During this weekends Medical Responder course with Team Rubicon Australia, a visitor was seen wandering across the floor during our nightly debrief.
Thought to be a male Funnel Web spider, out searching for a mate, the lesson quickly turned to the safe capture of the specimen and the opportunity to learn more about him.
After our interactions and discussions, this little fellow was positively identified by our good friends at SSSafe to in fact be a male Mouse Spider. When identifying the spider Jackie Adams said " This is by far one of my favourite spiders on the planet & I totally understand how you got him confused with a male funnel web".
“The male mouse spider is like a male funnel web in so many ways; he has attitude with a capital A, he’s smaller than the female... in the spider world it’s all about the girls, and he has skinny, spindly legs & travels at night or after rain searching for a girl. But you see that splash of blue/grey on the abdomen? That’s a tell tale characteristic of the Male Mouse Spider. His fangs move in & out too, instead of striking down & up. An important message we convey on our snake and spider safety programs is that it's difficult to rely on identification unless you know the specimen or take a sample of the venom”.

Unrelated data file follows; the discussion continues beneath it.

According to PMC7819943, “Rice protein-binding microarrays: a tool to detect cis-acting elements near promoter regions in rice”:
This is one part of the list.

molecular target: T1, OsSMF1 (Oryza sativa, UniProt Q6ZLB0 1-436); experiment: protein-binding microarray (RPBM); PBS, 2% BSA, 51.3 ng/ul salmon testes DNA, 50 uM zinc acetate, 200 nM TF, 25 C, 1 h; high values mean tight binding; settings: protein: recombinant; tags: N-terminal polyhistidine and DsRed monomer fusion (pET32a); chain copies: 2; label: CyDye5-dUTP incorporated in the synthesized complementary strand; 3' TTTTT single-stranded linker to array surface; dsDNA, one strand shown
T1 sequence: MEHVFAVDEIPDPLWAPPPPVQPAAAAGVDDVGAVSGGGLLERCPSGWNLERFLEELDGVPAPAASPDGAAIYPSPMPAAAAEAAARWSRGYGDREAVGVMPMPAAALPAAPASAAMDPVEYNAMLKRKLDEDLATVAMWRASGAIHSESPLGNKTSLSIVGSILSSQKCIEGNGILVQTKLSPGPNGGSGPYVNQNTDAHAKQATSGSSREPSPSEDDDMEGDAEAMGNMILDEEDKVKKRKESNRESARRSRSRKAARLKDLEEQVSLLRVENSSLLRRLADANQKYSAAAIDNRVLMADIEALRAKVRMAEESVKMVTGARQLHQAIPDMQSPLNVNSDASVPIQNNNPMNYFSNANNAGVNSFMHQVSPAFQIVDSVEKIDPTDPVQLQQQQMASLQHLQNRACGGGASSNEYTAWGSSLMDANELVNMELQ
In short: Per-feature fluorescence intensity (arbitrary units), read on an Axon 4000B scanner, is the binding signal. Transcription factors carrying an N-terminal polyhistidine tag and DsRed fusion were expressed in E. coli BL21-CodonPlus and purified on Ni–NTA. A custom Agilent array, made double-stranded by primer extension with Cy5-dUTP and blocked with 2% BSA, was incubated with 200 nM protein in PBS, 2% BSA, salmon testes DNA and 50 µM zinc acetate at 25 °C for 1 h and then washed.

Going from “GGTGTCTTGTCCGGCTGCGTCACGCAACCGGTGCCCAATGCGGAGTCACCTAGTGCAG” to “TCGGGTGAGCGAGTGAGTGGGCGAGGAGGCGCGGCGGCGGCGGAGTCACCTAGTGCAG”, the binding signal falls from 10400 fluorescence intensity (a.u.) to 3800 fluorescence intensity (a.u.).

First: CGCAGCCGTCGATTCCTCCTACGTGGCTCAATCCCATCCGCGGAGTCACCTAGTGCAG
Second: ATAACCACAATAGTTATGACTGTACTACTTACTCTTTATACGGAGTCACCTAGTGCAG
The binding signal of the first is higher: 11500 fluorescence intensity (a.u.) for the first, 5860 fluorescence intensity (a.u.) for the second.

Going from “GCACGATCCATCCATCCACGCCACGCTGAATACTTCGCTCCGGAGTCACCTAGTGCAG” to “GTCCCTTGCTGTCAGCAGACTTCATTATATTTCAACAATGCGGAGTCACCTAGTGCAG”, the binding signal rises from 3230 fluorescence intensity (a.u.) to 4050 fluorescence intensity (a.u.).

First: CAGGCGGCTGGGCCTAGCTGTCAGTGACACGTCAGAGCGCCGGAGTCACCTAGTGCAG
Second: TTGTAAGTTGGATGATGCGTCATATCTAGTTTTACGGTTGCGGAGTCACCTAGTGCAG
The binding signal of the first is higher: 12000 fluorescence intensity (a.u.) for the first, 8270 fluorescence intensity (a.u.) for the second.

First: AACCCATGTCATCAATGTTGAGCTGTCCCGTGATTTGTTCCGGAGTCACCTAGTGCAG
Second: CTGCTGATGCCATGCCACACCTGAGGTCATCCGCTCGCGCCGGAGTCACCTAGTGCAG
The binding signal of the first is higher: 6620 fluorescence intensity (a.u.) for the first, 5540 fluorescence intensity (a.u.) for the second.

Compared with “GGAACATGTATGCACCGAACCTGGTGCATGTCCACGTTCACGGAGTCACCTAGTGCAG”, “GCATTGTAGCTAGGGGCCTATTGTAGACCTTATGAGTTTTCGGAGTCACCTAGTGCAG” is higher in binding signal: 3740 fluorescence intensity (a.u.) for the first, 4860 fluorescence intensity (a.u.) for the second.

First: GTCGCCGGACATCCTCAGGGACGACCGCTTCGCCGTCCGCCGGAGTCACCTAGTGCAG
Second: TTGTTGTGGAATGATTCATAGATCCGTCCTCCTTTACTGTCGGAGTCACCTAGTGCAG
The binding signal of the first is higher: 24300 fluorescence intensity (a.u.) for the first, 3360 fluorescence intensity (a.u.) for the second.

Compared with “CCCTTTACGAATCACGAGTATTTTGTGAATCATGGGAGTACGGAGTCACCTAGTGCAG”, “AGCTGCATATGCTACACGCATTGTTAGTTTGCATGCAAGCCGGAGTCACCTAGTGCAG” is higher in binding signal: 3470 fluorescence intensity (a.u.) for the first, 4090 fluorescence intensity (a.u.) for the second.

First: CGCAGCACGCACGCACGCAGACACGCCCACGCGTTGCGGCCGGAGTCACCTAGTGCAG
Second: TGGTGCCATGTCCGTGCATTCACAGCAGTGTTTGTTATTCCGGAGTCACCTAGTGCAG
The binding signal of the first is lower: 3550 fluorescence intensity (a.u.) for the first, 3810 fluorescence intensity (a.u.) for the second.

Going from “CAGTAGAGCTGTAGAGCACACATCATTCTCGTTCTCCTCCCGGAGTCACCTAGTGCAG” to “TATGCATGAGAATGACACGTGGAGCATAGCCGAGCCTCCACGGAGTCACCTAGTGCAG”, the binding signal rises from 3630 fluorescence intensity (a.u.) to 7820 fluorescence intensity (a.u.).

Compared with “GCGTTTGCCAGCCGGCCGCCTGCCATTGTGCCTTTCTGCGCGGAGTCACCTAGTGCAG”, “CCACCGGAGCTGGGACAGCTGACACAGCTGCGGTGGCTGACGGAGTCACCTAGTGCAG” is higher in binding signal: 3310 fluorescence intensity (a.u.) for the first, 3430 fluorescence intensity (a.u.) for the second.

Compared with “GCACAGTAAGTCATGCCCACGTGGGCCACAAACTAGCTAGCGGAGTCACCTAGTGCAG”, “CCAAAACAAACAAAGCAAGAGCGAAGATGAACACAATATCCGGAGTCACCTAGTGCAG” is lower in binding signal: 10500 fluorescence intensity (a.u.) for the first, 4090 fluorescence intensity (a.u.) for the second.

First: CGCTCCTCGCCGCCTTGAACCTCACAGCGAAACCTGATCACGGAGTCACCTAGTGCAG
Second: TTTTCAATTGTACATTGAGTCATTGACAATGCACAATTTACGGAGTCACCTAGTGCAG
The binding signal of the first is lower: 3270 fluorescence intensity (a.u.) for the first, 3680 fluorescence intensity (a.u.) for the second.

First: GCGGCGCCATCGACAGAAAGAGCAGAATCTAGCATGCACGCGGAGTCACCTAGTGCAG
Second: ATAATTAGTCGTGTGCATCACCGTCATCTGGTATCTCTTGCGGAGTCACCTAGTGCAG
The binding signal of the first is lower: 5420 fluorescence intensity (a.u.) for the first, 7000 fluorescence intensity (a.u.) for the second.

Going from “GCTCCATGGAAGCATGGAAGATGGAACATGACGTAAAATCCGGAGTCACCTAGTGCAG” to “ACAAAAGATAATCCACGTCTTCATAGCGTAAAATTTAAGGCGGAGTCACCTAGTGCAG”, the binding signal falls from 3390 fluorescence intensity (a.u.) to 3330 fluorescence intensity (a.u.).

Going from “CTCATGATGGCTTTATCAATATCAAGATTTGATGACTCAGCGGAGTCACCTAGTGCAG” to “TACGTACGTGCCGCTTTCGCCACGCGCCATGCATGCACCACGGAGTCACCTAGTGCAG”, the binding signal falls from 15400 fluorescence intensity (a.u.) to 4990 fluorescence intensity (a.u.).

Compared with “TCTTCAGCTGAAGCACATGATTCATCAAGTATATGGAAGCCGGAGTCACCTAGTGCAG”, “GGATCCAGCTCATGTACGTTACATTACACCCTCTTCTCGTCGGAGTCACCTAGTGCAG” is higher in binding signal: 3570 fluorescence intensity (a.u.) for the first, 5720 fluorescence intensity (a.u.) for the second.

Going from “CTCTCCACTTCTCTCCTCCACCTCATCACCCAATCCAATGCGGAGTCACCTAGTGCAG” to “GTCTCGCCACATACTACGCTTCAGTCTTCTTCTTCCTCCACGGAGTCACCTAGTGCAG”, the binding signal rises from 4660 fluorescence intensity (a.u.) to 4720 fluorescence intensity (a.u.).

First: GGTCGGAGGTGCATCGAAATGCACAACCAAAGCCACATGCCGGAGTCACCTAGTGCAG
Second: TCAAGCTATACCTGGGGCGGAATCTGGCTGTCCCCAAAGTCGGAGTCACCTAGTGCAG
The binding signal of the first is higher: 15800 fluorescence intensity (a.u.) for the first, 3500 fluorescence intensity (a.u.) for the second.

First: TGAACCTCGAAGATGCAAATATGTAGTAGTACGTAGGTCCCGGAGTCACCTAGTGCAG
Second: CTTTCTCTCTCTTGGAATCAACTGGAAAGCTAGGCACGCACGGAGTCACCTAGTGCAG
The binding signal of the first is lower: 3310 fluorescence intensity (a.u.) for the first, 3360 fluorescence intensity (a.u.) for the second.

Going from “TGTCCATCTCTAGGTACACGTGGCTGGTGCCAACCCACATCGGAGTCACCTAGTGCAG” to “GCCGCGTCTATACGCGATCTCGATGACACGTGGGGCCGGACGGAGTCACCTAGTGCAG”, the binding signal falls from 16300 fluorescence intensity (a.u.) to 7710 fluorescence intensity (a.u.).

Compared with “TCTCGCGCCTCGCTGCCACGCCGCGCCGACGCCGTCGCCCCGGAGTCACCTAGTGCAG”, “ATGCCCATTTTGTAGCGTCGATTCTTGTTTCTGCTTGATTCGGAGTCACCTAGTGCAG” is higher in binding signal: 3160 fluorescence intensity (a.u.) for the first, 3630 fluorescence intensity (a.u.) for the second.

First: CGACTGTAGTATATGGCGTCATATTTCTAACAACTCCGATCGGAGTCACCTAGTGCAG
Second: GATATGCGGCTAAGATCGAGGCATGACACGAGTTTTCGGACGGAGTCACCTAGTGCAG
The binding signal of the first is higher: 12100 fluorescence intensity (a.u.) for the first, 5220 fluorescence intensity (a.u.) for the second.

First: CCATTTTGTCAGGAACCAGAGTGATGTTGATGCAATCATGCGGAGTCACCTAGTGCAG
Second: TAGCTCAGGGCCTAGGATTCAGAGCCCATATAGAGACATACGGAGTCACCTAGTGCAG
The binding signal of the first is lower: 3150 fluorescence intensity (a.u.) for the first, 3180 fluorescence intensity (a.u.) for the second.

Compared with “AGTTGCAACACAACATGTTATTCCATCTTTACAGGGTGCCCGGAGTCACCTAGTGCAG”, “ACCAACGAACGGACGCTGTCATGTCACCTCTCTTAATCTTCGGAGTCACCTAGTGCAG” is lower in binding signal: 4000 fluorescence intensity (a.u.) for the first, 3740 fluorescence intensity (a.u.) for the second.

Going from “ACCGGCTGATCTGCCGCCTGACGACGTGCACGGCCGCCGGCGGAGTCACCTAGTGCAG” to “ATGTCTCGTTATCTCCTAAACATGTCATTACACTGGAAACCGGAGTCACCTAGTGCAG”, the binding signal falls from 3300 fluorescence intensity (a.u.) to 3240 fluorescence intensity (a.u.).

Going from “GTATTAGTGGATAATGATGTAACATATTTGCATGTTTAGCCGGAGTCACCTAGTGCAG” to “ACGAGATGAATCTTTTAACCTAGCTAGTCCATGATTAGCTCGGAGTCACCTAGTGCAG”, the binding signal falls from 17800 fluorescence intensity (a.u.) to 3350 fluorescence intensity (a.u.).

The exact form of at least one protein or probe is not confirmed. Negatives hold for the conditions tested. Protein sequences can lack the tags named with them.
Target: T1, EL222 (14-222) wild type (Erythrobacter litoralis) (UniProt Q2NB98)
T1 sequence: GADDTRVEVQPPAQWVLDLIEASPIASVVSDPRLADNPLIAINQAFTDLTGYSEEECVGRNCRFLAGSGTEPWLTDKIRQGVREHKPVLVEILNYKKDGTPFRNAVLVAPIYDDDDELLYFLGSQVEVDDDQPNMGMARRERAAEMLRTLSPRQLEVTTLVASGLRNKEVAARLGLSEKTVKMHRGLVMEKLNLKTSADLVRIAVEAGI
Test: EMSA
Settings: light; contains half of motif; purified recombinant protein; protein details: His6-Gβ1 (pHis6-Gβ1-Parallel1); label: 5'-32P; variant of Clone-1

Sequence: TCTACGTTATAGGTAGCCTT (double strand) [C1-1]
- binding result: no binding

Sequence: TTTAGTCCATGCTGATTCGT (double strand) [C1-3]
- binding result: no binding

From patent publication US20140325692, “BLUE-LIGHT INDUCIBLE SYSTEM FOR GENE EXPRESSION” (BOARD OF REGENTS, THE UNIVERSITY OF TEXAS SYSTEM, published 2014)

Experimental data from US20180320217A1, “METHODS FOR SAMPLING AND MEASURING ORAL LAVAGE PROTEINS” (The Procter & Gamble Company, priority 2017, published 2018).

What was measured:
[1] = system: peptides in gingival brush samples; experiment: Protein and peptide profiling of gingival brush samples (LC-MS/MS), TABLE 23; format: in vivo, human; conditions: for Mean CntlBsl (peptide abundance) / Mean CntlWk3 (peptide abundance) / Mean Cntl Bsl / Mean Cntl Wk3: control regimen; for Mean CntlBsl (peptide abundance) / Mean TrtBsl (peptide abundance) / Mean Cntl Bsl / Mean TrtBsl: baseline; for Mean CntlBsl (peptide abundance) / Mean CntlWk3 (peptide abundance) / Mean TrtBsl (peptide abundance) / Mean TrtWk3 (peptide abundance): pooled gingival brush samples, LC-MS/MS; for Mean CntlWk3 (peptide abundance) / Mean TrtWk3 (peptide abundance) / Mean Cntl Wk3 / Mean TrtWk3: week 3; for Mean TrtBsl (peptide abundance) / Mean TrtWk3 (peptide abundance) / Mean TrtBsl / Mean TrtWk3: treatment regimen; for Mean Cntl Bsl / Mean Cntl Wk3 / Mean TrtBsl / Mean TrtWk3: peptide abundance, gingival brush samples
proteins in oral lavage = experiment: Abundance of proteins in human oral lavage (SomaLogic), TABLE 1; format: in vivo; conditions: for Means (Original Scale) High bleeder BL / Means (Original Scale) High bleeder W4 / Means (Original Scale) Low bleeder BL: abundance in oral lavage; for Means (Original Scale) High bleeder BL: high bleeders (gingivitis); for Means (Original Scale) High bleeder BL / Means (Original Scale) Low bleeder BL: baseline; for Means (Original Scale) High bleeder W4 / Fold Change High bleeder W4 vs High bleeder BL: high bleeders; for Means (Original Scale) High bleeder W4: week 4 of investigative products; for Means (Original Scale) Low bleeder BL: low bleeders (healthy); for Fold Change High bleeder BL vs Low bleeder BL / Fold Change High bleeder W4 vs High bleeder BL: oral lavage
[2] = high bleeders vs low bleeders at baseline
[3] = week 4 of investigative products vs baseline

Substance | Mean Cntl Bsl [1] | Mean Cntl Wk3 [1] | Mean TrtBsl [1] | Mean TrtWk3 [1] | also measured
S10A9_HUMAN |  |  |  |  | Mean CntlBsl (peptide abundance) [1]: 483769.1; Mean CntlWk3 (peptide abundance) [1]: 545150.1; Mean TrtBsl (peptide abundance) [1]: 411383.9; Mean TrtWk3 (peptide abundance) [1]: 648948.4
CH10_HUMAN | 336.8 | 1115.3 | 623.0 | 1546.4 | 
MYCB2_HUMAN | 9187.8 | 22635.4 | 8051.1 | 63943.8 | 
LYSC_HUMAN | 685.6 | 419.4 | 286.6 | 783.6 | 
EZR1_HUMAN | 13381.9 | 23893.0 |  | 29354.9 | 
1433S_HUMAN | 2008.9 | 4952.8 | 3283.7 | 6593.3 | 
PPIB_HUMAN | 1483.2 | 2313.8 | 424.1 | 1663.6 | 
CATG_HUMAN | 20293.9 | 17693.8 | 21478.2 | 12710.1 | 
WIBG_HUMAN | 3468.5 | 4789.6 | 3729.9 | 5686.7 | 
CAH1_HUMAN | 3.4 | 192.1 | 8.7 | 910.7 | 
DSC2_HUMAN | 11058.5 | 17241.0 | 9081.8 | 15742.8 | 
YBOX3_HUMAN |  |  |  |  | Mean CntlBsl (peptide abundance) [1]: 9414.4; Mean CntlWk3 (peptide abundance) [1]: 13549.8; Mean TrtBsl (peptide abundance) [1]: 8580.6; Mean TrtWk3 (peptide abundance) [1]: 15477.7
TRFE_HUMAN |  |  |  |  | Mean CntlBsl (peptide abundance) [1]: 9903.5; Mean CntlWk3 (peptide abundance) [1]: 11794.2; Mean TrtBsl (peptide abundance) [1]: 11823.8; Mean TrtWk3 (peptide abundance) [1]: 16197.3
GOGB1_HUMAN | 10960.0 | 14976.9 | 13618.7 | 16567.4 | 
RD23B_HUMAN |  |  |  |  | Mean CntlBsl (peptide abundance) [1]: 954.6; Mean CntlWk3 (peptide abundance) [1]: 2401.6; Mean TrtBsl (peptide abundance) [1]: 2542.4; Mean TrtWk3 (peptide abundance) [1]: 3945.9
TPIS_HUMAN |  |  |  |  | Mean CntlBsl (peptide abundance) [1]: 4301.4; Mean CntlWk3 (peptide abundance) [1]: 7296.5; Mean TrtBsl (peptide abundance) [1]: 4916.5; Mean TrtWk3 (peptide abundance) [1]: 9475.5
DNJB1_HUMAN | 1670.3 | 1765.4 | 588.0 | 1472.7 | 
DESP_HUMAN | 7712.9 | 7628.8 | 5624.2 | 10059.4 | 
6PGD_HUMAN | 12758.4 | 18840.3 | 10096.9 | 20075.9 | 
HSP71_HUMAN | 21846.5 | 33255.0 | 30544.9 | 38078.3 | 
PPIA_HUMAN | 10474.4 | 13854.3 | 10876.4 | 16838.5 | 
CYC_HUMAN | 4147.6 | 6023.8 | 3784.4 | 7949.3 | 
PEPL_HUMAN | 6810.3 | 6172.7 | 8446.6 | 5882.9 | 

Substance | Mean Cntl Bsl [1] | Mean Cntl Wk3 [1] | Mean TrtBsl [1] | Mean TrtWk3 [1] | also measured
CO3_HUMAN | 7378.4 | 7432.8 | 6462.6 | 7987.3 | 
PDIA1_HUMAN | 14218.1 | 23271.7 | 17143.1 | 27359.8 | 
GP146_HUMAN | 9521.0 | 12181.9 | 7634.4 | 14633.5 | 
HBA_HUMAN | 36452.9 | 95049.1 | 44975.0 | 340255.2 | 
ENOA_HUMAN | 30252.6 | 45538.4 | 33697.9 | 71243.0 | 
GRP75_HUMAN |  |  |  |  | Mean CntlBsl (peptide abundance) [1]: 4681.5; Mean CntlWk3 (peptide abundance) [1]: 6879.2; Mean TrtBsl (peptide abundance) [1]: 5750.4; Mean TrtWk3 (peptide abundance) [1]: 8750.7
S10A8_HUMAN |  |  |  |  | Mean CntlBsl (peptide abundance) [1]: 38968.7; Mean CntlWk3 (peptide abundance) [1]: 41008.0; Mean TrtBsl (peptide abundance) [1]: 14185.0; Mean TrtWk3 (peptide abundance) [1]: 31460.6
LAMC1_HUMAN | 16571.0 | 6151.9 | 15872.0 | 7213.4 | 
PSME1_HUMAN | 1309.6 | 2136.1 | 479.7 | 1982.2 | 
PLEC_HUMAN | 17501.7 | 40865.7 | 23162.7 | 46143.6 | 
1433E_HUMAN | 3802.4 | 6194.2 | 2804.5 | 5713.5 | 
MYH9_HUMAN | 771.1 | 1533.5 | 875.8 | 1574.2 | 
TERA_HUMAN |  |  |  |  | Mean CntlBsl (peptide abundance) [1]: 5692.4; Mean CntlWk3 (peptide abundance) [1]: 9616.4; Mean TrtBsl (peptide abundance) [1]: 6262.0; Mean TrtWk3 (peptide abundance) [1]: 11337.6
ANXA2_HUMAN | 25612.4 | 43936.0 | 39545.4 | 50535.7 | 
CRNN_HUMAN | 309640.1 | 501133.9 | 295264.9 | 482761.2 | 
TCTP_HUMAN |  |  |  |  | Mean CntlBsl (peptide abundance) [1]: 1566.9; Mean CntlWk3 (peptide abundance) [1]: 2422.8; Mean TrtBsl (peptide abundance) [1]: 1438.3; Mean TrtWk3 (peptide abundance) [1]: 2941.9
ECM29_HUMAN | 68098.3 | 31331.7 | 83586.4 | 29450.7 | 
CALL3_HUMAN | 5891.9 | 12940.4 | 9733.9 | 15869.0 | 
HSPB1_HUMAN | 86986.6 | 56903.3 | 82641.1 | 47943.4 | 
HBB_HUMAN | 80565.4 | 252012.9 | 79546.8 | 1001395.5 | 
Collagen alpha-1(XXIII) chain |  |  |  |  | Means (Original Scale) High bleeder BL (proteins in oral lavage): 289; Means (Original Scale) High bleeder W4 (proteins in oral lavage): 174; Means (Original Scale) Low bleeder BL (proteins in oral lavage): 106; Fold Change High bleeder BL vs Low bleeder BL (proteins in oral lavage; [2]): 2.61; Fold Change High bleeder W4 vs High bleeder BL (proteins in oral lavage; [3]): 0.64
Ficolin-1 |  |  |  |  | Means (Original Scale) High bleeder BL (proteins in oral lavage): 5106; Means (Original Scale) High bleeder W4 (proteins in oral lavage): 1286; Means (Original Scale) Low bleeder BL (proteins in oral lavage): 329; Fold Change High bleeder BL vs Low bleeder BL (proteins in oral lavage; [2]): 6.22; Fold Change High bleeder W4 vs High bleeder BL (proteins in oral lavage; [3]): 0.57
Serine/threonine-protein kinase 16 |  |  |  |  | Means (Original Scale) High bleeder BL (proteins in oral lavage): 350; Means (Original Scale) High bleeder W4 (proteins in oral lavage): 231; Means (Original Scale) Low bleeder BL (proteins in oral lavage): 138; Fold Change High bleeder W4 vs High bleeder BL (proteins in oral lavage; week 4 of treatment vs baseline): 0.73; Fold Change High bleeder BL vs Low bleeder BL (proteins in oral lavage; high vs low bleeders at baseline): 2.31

Like the Funnel Web, Mouse spiders are venomous though the exact degree of toxicity remains unclear, and envenomations rarely occur. In the few recorded bites of the spider, funnel web antivenom has proven effective.
If you suspect you’ve been bitten by a mouse spider or a funnel web, even if you’re not sure, apply the pressure bandage & immobilisation technique just like you would for a snake bite. We recommend the SMART Bandage to achieve the correct tension on the bandage. Ensure you also rest, reassure and immobilise the casualty.
If done correctly, the casualty may not show symptoms, but ensure the casualty is transported (preferably by ambulance) to hospital, where treatment is to be commenced prior to the bandages release.
Like the Funnel Web, Mouse Spiders are most commonly found on the Eastern seaboard of Australia and are attracted to water, often leading them to rockeries and shrubberies. In this case, it was out wandering in the rain and it found a Shrubby instead :-)
We took the opportunity to get some photos the following day, thanks to Seany Foster!